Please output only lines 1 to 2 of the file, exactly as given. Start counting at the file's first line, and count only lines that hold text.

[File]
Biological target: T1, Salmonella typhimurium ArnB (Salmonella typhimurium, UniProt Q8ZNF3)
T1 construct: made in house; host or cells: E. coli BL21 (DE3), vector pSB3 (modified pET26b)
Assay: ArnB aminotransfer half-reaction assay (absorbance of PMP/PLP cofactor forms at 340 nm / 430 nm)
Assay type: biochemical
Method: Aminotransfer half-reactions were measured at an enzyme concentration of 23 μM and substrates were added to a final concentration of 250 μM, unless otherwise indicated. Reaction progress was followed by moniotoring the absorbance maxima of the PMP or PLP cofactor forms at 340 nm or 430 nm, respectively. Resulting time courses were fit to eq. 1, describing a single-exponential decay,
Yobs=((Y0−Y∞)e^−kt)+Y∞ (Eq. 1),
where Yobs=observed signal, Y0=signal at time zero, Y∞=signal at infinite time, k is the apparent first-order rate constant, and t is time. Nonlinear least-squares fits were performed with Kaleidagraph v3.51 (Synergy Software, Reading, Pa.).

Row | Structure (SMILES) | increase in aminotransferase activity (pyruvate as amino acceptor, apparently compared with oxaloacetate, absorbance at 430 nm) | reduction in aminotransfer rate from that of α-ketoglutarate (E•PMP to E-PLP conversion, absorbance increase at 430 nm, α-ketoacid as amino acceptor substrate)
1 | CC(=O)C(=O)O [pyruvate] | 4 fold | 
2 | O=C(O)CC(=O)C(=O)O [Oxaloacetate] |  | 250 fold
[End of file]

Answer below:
Biological target: T1, Salmonella typhimurium ArnB (Salmonella typhimurium, UniProt Q8ZNF3)
T1 construct: made in house; host or cells: E. coli BL21 (DE3), vector pSB3 (modified pET26b)